Wife of ex-aide says Edwards' love-child paternity scheme made her 'mad'

In an emotional day of testimony, the wife of John Edwards' former aide said Monday that the politician's plan to have her husband claim paternity of Edwards' love child made her "upset" to the point of screaming -- but that Edwards stepped in to personally convince her to go along.

Cheri Young, who took the witness stand as the Edwards trial enters its second week, described how her husband, Andrew Young, initially claimed paternity of Edwards' love child, which she said was the candidate's idea. She occasionally broke down in tears as she testified in the criminal trial of her husband's former boss.

Young said she was in a McDonald's drive-through when her husband told her about the paternity plan.

"The first thought in my mind was, how in the world could Mr. Edwards ask one more thing of me, of us?" she recalled. "I was mad. I was upset. Of course I said, 'Absolutely Not!' I screamed at him. I cursed at him."

But Young said she eventually agreed to go along with the plan after a telephone conference call with her husband, Edwards and the candidate's mistress, Rielle Hunter.

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    During that call, Cheri Young said Edwards went into a stump speech, explaining why his presidency would be good for the country.

    In court Monday, she described a conversation she had with her husband after the call.

    "I told him that I feel like everything had been dumped in my lap, that everyone else was on board but me," Young said. "I didn't want the responsibility of knowing that because I wasn't on board, because I didn't want to try it, the campaign would explode and I'd have to live with that."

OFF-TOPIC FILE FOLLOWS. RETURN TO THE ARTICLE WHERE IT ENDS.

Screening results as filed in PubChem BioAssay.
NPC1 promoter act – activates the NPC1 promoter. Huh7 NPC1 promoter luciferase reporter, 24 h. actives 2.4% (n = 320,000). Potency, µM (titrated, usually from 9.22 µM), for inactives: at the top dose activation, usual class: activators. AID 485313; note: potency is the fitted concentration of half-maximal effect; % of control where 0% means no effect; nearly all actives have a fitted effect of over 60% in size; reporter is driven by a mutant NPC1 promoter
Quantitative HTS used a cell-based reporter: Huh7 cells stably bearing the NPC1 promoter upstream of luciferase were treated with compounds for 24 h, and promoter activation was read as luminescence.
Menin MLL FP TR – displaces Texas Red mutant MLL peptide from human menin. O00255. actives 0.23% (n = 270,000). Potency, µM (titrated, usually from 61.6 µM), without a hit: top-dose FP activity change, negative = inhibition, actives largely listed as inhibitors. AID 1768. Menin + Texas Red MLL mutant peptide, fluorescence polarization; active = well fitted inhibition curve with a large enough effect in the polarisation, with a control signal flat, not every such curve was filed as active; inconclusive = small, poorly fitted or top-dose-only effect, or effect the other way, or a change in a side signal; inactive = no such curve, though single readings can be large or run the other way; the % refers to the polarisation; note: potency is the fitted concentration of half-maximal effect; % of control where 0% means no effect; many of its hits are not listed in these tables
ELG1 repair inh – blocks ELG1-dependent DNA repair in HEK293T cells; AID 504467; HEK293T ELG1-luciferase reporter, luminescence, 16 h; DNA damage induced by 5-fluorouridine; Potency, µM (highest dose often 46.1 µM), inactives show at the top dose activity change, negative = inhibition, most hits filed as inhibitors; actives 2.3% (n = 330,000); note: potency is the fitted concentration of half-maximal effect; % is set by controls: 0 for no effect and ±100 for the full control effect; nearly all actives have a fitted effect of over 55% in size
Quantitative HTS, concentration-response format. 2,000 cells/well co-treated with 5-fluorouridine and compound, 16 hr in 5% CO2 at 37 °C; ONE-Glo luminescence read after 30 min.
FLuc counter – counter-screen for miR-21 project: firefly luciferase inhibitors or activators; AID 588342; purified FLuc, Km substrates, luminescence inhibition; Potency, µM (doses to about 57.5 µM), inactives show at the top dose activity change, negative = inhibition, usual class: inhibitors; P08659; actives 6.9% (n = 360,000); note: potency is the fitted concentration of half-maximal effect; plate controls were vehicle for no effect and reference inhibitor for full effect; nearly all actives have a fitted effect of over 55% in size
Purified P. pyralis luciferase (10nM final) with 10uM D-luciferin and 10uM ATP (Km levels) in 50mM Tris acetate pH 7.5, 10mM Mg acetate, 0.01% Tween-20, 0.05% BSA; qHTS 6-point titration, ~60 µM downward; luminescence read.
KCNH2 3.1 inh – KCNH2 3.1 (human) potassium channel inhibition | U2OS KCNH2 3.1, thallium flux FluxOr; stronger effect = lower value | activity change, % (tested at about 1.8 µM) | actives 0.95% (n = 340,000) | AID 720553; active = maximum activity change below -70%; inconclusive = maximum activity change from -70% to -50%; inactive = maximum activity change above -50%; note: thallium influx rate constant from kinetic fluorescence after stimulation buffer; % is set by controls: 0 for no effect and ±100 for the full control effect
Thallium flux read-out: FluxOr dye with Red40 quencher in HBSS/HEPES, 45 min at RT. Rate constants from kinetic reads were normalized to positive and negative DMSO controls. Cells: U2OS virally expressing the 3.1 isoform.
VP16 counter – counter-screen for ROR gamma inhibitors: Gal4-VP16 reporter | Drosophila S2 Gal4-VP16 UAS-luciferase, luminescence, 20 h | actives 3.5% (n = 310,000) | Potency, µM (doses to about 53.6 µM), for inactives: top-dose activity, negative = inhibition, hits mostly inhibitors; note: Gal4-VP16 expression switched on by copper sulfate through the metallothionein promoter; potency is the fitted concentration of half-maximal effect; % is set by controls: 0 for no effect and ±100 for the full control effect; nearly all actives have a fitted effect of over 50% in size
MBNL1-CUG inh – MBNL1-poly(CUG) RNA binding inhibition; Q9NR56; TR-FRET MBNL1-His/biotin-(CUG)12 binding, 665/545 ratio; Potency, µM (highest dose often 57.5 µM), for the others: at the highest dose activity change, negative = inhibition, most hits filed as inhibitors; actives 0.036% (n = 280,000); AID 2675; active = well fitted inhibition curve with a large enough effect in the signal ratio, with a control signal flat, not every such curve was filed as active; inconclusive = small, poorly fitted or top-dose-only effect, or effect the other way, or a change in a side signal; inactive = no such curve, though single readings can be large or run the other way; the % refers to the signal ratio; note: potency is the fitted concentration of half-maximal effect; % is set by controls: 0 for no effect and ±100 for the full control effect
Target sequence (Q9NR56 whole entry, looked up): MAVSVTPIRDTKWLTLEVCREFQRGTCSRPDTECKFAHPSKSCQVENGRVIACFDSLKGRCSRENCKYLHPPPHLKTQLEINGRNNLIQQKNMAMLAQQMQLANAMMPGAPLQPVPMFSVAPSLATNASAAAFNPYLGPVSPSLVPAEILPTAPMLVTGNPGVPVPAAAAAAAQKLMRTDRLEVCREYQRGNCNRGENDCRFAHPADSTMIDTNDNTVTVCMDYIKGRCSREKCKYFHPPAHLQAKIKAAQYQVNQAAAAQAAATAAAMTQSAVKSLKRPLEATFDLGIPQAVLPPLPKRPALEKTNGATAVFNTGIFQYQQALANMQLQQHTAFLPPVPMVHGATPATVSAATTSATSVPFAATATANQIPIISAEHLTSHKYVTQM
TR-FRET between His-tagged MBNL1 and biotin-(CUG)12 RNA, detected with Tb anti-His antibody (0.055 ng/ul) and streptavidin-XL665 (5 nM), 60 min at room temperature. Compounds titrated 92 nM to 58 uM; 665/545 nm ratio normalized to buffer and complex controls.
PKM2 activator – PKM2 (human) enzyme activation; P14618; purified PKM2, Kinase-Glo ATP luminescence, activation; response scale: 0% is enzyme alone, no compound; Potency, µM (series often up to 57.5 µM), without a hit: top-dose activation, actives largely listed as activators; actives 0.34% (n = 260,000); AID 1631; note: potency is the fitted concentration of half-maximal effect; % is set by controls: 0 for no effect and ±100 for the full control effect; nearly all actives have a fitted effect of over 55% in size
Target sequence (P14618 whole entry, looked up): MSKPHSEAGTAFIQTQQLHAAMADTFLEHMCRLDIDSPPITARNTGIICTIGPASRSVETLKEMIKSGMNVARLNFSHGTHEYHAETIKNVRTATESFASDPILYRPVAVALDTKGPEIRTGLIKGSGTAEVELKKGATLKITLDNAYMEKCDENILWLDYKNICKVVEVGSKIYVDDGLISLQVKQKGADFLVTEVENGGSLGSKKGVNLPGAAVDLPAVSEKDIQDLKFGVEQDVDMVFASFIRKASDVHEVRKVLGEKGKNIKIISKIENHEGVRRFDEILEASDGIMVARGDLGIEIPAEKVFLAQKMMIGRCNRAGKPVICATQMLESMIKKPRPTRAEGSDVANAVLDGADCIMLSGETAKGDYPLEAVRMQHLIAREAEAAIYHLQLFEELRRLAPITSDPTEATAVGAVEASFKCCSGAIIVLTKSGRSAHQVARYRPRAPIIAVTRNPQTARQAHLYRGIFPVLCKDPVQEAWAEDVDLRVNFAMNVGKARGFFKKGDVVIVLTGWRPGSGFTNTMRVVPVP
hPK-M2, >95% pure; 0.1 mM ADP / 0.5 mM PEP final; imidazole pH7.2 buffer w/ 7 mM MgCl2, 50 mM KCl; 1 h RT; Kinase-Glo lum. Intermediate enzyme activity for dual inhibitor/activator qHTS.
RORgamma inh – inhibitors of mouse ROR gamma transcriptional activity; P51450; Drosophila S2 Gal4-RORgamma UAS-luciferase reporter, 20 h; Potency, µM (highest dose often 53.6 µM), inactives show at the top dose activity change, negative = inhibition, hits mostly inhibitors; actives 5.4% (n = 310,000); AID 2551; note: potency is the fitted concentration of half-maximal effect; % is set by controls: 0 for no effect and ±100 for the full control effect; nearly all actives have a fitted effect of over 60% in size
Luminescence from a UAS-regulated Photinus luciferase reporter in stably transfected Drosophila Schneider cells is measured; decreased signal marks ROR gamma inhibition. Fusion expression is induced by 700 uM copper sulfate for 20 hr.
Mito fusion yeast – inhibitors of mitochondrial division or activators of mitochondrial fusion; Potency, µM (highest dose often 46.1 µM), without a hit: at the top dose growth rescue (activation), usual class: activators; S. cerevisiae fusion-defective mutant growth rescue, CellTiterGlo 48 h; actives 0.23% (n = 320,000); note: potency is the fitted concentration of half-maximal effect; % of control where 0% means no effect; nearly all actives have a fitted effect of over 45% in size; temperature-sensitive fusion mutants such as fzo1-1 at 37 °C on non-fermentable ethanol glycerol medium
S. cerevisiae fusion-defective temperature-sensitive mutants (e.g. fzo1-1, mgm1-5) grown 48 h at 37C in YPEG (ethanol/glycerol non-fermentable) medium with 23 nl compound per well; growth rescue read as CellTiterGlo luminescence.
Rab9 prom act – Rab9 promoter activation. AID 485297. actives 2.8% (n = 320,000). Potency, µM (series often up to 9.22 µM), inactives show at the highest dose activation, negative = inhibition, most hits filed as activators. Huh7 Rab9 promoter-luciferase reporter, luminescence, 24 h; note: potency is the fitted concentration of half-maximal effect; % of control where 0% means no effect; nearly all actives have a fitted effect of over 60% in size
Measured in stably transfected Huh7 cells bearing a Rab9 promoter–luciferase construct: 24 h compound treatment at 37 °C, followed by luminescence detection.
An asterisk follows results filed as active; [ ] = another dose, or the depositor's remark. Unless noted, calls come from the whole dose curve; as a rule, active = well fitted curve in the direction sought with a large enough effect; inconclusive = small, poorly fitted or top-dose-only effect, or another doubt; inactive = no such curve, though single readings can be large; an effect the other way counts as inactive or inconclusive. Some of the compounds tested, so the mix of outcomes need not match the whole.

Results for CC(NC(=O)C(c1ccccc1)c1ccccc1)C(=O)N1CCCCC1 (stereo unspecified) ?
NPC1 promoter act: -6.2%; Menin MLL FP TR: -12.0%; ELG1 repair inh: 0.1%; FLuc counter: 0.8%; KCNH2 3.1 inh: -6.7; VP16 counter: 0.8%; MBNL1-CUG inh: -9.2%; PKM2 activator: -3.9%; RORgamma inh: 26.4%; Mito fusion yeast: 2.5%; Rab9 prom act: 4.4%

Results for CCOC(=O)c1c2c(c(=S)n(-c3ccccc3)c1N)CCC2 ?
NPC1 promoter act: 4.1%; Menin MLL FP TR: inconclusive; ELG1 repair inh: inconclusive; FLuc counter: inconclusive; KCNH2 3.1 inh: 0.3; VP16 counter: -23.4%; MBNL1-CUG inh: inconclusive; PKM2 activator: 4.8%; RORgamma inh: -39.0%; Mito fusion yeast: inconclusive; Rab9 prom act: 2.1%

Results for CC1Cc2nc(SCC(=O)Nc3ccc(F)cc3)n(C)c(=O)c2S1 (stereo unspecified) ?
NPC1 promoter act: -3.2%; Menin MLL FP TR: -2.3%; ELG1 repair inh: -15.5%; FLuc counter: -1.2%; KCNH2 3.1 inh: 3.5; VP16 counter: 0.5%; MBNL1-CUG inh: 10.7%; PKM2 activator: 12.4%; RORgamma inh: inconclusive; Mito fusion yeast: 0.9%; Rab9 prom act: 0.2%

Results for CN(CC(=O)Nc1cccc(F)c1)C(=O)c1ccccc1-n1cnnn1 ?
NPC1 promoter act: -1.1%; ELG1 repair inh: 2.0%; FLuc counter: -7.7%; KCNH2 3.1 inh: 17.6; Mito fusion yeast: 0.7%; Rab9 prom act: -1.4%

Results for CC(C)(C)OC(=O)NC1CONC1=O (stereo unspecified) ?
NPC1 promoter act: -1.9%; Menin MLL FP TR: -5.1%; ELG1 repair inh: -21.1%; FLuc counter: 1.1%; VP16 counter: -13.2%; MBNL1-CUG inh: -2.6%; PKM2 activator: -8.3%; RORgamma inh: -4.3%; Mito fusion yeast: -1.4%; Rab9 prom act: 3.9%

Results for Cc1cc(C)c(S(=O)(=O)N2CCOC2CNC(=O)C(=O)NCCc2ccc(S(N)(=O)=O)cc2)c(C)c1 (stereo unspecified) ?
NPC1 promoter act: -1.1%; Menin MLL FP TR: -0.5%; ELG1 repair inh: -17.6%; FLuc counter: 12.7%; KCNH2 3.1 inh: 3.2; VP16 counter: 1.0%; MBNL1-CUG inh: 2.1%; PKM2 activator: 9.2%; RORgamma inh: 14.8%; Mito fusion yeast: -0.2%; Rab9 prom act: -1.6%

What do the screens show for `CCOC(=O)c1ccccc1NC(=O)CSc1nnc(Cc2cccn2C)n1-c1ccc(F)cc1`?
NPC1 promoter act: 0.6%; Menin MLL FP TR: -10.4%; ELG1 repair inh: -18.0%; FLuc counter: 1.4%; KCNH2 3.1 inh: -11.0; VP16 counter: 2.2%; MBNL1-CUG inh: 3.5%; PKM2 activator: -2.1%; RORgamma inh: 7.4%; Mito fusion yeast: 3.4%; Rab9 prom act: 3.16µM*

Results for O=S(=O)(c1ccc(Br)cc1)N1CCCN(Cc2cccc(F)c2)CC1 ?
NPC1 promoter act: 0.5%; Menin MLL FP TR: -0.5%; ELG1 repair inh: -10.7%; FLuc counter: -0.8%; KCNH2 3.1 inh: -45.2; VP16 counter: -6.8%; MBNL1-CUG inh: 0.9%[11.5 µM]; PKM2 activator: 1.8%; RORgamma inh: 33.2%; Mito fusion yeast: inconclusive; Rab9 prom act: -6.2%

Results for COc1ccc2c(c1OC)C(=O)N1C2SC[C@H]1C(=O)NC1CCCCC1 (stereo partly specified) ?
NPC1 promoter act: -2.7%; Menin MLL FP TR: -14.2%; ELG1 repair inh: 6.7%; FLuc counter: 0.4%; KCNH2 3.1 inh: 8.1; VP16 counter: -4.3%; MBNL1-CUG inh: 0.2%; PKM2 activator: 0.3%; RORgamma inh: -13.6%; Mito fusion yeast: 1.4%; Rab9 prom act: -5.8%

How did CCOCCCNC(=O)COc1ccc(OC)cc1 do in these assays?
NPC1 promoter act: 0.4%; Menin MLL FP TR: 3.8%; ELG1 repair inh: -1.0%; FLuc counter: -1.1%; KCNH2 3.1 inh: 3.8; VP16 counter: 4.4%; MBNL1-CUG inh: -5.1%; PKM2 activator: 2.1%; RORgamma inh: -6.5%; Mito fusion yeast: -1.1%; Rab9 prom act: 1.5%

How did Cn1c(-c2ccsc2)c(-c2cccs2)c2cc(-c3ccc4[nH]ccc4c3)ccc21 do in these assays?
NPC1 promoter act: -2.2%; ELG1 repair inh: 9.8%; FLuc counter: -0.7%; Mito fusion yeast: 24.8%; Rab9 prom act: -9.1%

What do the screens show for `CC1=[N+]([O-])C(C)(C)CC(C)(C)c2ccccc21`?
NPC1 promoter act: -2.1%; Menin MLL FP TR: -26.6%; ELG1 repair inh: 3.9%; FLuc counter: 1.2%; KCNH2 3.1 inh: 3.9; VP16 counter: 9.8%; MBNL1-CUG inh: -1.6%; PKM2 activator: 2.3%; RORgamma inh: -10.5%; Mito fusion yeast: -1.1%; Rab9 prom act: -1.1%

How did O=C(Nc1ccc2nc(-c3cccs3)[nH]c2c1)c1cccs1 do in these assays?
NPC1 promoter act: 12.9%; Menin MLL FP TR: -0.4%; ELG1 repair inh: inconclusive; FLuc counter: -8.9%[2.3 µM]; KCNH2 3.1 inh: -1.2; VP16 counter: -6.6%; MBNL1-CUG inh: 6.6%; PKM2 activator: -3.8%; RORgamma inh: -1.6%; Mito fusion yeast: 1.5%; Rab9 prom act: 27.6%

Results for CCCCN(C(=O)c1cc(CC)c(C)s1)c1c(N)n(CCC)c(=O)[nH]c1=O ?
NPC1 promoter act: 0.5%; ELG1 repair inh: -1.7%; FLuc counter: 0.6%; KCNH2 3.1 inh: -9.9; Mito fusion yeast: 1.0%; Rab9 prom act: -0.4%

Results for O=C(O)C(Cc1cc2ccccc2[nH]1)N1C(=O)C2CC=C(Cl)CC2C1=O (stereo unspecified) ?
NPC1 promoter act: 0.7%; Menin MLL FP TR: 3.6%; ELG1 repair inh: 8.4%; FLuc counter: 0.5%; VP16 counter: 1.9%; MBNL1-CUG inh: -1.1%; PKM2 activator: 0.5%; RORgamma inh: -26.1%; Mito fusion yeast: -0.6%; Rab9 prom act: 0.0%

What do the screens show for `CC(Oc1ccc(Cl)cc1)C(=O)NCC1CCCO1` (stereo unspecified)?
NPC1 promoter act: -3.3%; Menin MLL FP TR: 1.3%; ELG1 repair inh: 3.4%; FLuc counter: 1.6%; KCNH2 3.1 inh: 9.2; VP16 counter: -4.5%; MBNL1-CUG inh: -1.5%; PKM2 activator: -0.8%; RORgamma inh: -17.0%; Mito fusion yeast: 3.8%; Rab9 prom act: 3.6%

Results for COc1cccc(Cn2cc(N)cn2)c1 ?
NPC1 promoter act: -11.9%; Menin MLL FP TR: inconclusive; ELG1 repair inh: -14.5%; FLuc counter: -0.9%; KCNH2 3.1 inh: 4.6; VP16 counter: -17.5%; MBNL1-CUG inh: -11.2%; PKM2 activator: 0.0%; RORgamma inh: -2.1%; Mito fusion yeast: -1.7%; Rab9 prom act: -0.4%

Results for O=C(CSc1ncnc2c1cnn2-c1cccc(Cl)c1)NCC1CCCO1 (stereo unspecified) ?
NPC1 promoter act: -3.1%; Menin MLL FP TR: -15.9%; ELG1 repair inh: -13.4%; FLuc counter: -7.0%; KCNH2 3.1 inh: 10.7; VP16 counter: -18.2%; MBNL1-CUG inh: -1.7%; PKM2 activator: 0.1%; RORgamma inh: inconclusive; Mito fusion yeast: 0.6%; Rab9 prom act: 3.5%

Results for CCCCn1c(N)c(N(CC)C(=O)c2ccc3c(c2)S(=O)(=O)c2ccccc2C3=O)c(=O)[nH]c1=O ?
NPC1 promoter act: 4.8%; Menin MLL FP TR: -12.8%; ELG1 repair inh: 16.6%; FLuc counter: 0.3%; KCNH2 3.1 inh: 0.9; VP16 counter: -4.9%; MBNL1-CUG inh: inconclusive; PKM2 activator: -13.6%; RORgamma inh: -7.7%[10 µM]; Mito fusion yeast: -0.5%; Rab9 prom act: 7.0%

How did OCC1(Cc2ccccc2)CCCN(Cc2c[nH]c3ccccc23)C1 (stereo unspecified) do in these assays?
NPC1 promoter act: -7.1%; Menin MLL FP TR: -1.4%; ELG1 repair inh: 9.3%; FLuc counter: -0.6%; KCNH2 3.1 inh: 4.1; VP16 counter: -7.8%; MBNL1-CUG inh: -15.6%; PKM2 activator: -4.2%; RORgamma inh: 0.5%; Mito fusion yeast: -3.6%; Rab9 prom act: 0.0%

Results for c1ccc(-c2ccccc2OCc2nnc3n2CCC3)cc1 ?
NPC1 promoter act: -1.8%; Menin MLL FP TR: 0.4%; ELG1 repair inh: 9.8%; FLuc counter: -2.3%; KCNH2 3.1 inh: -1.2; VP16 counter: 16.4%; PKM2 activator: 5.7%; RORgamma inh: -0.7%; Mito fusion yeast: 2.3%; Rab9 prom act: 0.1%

She said Edwards assured her that using donations to hide his pregnant mistress during the 2008 presidential campaign was legal. Young said Edwards seemed very angry during the conversation and explained he had cleared the arrangement with campaign lawyers.

    "Get the money in," she recalled Edwards saying.

    Cheri Young's testimony is important to federal prosecutors, who are trying to prove that nearly $1 million that two wealthy donors provided to hide Hunter during Edwards' run for president was intended to influence the outcome of the election. They argue the funds were "campaign contributions" and, therefore, subject to the individual donor cap of $2,300 under federal campaign finance law.

    The defense insists the gifts were private money from friends who were simply trying to spare Edwards' cancer-stricken wife from finding out about the affair. Edwards' lawyers tried to paint Young's husband as an opportunist who profited from the controversy surrounding the affair.

    But on Monday, Cheri Young spoke of the sacrifices her family made to house Hunter and shield her from an aggressive and invasive tabloid press.

    According to Young, Hunter was a high-maintenance guest.

    After living with the Youngs, Hunter moved to her own house nearby. Young said she handed Hunter a list of utility companies to call to set up new service.

    According to Young, Hunter handled the list back to her and said, "Set it up."

    She also recalled eating with Hunter at a diner in Aspen, Colo. Young said Hunter complained that her Reuben sandwich had the wrong sauce and then called her spiritual adviser and healer for help.

    Young said she and her husband wrote several checks, including one for $8,000, to help Hunter pay for her spiritual adviser's services.